Football.com - everything football

Why The Colts Won't Improve In 2013

By



Chuck Pagano should know he's heading into a rough season in which his team will face constant scrutiny after their magical playoff run a year ago. Photo by Joe Robbins/Getty Images.
Chuck Pagano should know he's heading into a rough season in which his team will face constant scrutiny after their magical playoff run a year ago. Photo by Joe Robbins/Getty Images.

The Indianapolis Colts have gone through a success roller coaster over the past few years. From a 14-2 run to the Super Bowl, to a 10-6 first-round exit, way down to a 2-14 aging dud and back up to an 11-5 revitalized playoff team, the Colts sure have taken their fans’ emotions for a wild ride.

Given the team’s youth and immediate success, it should naturally only get better in 2013 and take the next step towards winning a Super Bowl, right? Not so fast.

While the Colts do have a very promising future, several key factors suggest they will take a step back this upcoming season before taking off in 2014 as a year-in, year-out Super Bowl contender.

First of all, there’s the installation of a new offensive system. New OC Pep Hamilton’s offense will differ greatly than Bruce Arian’s of last year. Rather than constantly chucking the ball down the field, Hamilton wants to focus on efficient plays. Set up a powerful running game and look for quick, efficient passes to draw defenses in, then Andrew Luck is allowed to unleash the deep ball when the time is right.

This strategy will result in longer offensive drives for Indianapolis, and thus fewer possessions over the course of a game. That’s not what you want when you’ve got the best young quarterback behind center. The less opportunities he gets, the less times he’ll drive his offense to the end zone.

I have no doubt Luck can still run the offense efficiently, but what about the rest of the offense? Wide receivers – check. Tight ends – check. Running backs – maybe. Offensive line – no idea.

Vick Ballard proved last year he can be a workhorse running back that gets better as the game goes on, but I wouldn’t say he’s the guy you want for an entire game of power running. Delone Carter certainly has power, but he comes up a little short in the talent department.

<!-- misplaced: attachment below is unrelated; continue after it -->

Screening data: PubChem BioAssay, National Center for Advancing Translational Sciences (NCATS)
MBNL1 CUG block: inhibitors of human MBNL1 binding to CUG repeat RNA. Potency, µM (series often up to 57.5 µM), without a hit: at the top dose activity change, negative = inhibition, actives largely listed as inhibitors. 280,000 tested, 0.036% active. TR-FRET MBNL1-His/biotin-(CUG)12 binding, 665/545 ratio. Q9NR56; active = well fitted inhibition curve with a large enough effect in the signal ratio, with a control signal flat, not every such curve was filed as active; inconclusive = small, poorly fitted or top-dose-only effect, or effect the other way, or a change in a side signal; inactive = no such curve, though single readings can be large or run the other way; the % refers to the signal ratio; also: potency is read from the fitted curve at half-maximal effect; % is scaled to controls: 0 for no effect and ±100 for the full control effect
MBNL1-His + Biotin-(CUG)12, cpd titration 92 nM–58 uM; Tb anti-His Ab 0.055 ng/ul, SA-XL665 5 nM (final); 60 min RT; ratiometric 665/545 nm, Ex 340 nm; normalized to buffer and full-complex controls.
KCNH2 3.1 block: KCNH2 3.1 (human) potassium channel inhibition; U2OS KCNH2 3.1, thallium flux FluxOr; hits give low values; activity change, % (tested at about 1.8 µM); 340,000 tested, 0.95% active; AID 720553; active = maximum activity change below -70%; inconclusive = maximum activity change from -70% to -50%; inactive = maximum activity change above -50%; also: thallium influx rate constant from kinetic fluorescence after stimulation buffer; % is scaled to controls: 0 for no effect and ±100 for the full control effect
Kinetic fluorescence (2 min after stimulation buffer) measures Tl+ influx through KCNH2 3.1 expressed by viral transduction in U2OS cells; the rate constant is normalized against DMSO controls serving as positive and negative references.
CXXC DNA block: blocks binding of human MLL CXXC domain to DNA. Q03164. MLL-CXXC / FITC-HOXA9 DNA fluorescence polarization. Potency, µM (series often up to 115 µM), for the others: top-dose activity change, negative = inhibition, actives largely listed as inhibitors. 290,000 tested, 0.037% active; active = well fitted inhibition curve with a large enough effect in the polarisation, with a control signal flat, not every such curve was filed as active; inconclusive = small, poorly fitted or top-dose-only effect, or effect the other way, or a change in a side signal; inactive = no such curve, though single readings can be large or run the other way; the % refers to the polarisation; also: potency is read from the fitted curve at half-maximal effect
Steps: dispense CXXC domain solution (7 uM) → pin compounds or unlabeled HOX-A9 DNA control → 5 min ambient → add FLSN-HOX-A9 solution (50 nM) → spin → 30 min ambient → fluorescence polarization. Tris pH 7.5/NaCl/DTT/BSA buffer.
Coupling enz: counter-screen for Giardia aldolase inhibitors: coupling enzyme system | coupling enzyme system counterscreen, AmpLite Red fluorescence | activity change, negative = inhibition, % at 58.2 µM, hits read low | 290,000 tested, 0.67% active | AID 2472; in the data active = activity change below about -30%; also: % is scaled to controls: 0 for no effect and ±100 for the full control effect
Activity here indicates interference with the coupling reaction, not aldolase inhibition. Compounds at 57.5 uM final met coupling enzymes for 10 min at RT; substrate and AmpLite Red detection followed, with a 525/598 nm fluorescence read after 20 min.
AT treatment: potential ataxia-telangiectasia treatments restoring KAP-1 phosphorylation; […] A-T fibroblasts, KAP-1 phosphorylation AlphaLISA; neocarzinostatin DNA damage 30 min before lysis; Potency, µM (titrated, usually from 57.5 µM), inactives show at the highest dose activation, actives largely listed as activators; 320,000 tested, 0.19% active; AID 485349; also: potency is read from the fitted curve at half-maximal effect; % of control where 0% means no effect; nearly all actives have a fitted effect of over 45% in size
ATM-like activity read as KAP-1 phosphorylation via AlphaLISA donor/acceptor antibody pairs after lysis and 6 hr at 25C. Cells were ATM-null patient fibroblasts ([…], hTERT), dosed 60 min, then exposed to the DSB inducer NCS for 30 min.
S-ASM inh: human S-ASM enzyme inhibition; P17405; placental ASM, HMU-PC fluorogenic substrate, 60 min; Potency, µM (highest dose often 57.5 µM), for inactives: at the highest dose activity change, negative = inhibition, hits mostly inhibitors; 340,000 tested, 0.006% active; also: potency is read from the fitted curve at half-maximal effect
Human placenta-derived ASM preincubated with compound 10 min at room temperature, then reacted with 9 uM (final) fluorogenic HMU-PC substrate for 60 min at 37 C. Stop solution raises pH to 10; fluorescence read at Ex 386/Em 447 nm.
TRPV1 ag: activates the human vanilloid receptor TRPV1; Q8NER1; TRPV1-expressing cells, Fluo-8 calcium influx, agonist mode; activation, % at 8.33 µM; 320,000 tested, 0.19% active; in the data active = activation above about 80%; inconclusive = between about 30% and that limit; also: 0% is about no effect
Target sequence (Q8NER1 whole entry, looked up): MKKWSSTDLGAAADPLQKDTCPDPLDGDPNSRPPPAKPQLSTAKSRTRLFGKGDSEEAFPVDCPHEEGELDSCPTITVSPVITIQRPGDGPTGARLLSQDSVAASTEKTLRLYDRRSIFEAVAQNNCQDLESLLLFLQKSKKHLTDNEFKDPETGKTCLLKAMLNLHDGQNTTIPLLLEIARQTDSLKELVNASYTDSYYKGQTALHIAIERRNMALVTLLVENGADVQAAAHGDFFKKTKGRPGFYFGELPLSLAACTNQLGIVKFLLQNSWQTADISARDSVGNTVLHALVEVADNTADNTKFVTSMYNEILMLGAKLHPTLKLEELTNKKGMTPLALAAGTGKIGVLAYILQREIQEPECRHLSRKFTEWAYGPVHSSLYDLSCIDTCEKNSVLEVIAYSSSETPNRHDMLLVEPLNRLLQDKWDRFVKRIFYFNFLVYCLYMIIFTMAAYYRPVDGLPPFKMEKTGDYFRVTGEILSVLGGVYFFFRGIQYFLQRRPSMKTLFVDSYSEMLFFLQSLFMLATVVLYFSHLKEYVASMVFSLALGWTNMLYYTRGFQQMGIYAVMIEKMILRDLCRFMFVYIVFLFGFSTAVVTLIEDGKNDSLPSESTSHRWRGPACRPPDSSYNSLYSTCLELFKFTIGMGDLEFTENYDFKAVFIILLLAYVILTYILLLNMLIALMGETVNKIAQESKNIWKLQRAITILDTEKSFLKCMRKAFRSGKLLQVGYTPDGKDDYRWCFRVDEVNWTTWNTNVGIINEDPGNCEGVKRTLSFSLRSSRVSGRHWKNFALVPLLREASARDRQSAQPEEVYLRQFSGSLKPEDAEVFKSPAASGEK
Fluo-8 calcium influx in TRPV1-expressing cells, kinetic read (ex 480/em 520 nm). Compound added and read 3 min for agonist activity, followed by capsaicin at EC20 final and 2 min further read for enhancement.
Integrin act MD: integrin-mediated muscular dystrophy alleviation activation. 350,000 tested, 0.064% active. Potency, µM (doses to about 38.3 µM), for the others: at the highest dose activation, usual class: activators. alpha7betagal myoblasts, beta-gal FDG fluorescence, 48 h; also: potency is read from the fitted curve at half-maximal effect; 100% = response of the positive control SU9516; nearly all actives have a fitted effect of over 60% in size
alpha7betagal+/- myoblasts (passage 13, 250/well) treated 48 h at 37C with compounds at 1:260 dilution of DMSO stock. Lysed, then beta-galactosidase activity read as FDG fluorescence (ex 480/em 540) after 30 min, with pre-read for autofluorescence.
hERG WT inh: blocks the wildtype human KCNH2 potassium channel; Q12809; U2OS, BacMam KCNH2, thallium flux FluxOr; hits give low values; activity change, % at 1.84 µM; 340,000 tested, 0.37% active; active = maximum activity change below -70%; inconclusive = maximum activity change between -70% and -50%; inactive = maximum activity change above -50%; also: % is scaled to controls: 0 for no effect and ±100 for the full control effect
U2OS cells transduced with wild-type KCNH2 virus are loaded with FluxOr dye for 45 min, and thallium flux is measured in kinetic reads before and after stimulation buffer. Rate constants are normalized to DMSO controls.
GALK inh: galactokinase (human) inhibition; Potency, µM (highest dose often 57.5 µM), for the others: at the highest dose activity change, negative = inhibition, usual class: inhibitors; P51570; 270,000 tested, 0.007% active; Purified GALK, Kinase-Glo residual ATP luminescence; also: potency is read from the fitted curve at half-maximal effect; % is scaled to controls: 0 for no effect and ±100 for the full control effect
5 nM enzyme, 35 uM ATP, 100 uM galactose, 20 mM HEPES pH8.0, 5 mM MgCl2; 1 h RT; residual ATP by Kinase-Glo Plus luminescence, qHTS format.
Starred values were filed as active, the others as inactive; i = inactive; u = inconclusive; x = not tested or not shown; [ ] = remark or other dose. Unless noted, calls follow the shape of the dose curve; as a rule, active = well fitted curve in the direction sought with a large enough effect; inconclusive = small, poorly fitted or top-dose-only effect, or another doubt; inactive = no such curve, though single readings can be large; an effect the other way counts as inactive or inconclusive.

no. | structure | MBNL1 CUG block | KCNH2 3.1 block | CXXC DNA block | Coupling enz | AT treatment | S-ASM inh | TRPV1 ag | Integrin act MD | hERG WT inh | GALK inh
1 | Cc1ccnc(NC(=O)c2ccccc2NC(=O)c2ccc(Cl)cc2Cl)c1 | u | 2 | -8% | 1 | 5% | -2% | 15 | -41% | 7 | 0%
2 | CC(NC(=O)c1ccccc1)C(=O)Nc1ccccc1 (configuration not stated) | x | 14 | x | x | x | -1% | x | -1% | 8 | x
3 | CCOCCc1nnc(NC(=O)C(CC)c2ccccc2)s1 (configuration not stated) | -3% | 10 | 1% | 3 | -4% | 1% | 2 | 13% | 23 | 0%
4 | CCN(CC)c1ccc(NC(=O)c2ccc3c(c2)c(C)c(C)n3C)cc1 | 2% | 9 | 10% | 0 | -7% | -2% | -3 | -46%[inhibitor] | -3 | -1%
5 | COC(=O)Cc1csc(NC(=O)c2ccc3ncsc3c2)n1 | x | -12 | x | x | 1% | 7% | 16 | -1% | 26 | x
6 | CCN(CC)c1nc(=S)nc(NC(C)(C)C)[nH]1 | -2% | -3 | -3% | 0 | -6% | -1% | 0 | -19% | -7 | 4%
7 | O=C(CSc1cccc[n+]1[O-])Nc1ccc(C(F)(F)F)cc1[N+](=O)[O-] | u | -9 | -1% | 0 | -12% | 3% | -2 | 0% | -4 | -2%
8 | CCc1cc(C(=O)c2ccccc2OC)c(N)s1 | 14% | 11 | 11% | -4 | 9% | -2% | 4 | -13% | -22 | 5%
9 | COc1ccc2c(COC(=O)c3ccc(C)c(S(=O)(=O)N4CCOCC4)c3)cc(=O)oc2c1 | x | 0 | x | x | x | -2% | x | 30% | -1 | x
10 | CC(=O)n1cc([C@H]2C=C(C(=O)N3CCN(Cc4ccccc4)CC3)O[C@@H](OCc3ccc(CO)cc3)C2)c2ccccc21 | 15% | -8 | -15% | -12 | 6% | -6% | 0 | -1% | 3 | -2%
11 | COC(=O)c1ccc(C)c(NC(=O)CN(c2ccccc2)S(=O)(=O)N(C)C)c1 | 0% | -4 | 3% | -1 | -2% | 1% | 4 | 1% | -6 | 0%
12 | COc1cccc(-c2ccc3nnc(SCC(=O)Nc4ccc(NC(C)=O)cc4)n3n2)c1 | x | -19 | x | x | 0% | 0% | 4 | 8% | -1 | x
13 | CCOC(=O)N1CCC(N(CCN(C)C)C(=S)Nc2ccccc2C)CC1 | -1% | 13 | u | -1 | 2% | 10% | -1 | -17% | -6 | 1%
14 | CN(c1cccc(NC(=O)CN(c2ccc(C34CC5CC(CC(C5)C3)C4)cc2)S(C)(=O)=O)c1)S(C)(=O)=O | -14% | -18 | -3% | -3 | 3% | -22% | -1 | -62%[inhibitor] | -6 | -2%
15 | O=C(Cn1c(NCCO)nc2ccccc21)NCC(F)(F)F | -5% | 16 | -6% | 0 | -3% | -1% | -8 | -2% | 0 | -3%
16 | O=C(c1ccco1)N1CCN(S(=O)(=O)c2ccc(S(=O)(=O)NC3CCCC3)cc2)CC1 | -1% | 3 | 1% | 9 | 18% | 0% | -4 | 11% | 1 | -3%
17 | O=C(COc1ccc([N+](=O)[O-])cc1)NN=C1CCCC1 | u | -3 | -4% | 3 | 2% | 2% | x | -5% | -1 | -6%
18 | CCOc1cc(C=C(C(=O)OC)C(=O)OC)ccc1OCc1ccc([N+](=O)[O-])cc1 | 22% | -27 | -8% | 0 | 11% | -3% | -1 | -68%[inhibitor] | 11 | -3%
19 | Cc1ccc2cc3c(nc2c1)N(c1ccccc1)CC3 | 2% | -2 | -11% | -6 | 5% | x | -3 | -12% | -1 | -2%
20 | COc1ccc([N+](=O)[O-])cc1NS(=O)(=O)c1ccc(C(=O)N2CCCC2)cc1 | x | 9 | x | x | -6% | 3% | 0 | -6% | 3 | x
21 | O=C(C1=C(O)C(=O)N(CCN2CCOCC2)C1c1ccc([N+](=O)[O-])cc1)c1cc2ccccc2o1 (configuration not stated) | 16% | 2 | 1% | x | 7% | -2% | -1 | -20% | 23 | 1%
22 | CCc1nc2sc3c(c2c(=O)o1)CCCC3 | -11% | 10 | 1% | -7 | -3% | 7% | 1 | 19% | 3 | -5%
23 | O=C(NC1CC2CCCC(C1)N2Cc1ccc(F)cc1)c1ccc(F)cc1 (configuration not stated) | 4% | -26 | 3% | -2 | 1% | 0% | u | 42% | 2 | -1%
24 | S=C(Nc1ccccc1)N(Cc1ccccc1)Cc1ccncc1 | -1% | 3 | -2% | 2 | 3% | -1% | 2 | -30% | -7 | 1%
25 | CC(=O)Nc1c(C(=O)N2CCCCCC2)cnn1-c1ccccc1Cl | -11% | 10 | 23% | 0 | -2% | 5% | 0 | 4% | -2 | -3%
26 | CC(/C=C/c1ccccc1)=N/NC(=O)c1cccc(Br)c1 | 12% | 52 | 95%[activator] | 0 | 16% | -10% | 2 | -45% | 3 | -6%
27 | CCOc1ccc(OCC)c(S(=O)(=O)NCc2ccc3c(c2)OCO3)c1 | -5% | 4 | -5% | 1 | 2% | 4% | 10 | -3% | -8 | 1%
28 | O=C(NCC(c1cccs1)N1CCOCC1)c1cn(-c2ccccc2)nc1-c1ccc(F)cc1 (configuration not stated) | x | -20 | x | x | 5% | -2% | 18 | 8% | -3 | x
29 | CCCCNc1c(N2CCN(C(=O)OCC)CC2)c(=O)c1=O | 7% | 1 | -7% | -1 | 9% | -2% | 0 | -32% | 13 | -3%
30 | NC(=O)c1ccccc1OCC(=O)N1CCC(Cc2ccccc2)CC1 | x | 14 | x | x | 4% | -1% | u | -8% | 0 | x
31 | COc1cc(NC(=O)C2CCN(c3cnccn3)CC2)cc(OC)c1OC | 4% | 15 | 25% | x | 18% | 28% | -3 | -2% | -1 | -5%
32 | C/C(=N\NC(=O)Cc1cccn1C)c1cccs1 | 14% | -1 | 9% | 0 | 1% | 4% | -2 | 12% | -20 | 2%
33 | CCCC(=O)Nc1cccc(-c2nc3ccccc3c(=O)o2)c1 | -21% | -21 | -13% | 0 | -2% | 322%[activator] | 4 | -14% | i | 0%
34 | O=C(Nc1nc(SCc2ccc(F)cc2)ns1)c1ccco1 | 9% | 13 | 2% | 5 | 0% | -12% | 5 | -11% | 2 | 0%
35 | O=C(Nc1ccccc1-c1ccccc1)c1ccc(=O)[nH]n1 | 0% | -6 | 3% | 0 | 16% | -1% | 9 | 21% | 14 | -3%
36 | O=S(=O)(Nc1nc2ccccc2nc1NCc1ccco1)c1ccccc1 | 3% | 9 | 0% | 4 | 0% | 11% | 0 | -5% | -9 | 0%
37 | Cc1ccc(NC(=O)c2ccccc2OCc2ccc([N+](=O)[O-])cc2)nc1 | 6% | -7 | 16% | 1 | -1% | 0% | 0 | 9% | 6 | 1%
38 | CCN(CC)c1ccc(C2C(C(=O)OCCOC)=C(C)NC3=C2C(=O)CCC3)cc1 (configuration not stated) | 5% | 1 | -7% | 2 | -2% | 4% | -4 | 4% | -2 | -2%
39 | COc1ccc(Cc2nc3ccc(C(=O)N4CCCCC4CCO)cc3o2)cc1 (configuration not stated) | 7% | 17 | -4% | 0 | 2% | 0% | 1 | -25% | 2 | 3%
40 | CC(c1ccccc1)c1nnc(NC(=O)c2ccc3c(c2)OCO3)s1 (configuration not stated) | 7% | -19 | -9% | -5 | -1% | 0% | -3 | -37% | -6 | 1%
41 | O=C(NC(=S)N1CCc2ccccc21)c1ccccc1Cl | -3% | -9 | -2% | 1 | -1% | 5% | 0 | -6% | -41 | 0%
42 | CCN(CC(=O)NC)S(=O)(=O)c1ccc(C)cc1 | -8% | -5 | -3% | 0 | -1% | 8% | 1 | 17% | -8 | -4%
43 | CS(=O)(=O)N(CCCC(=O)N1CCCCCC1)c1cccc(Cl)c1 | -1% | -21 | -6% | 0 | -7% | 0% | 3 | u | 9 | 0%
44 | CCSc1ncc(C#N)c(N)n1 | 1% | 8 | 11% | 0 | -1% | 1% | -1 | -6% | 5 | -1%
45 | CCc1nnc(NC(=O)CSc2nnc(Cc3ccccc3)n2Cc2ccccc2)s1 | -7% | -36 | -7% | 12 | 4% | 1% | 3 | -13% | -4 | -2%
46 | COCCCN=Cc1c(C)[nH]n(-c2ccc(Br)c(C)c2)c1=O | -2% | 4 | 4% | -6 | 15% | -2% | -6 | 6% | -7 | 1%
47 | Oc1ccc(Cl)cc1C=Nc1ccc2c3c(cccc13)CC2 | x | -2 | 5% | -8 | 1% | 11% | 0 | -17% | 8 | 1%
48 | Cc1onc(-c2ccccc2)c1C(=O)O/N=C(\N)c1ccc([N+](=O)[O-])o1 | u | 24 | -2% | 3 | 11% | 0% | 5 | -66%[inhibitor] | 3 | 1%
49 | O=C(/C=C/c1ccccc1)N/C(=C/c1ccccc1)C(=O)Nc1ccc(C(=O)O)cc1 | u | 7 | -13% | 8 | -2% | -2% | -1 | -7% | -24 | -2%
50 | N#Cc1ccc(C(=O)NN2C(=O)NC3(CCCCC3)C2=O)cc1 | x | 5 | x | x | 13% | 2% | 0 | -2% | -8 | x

If the offensive line is the same as last year, there’s no way any running game – or pass protection, for that matter – will be successful. The line should be much improved with the signings of Donald Thomas and Gosder Cherilus. But what if rookies Khaled Holmes and Hugh Thornton take over at center and guard for Samson Satele and Mike McGlynn (which they probably should)? That would leave Anthony Castonzo as the lone returning starter from 2012. Offensive line is a unit that needs time to gel in order to fully maximize its potential. 2013 may be full of growing pains for the line.

Then there’s the intangible aspect of a football team. The Colts started out 1-2 in 2012 before learning that HC Chuck Pagano was diagnosed with cancer. The players rallied around their beloved leader with great inspiration to finish the regular season on a 10-3 run. And they did it all with an awful defense and offensive line, okay special teams and mediocre running backs. They overachieved a bit, relying purely on the passing game. Although the entire #ChuckStrong movement was heartwarming, it will be hard to keep finding inspiration when Pagano has basically recovered. Overachievement is something that typically doesn’t last for more than one season.

Finally, there’s the schedule. The Colts had to face the entire NFC North and AFC East last year. Their two other non-divisional foes were the Kansas City Chiefs and Cleveland Browns. Outside of the division, that’s a total of two juggernauts (Green Bay Packers and New England Patriots), one other playoff team (Minnesota Vikings), two quality teams (Miami Dolphins and Chicago Bears) and five really bad teams (New York Jets, Buffalo Bills, Detroit Lions, Chiefs and Browns).

This year’s non-divisional schedule has three juggernauts (San Francisco 49ers, Seattle Seahawks and Denver Broncos), six pretty good/quality teams, some already being good in 2012 and others that should greatly improve this year (Cincinnati Bengals, San Diego Chargers, Arizona Cardinals, St. Louis Rams, Chiefs and Dolphins) and only one team that should be pretty bad (Oakland Raiders).

Inside the division, the Houston Texans will probably take a step back, but the Tennessee Titans made some shrewd offseason moves and will be better.

Overall, this year’s schedule will be tougher for the Colts than last year’s. That’s not a positive outlook for a team that was outscored by 30 points and outgained by 189 yards by its opponents in 2012. Eventually the Colts’ record will reflect those numbers if they don’t improve.

All things point towards 2013 being a down year. But in the long run, it will prove to be a necessary growing pain for a perennial championship contender.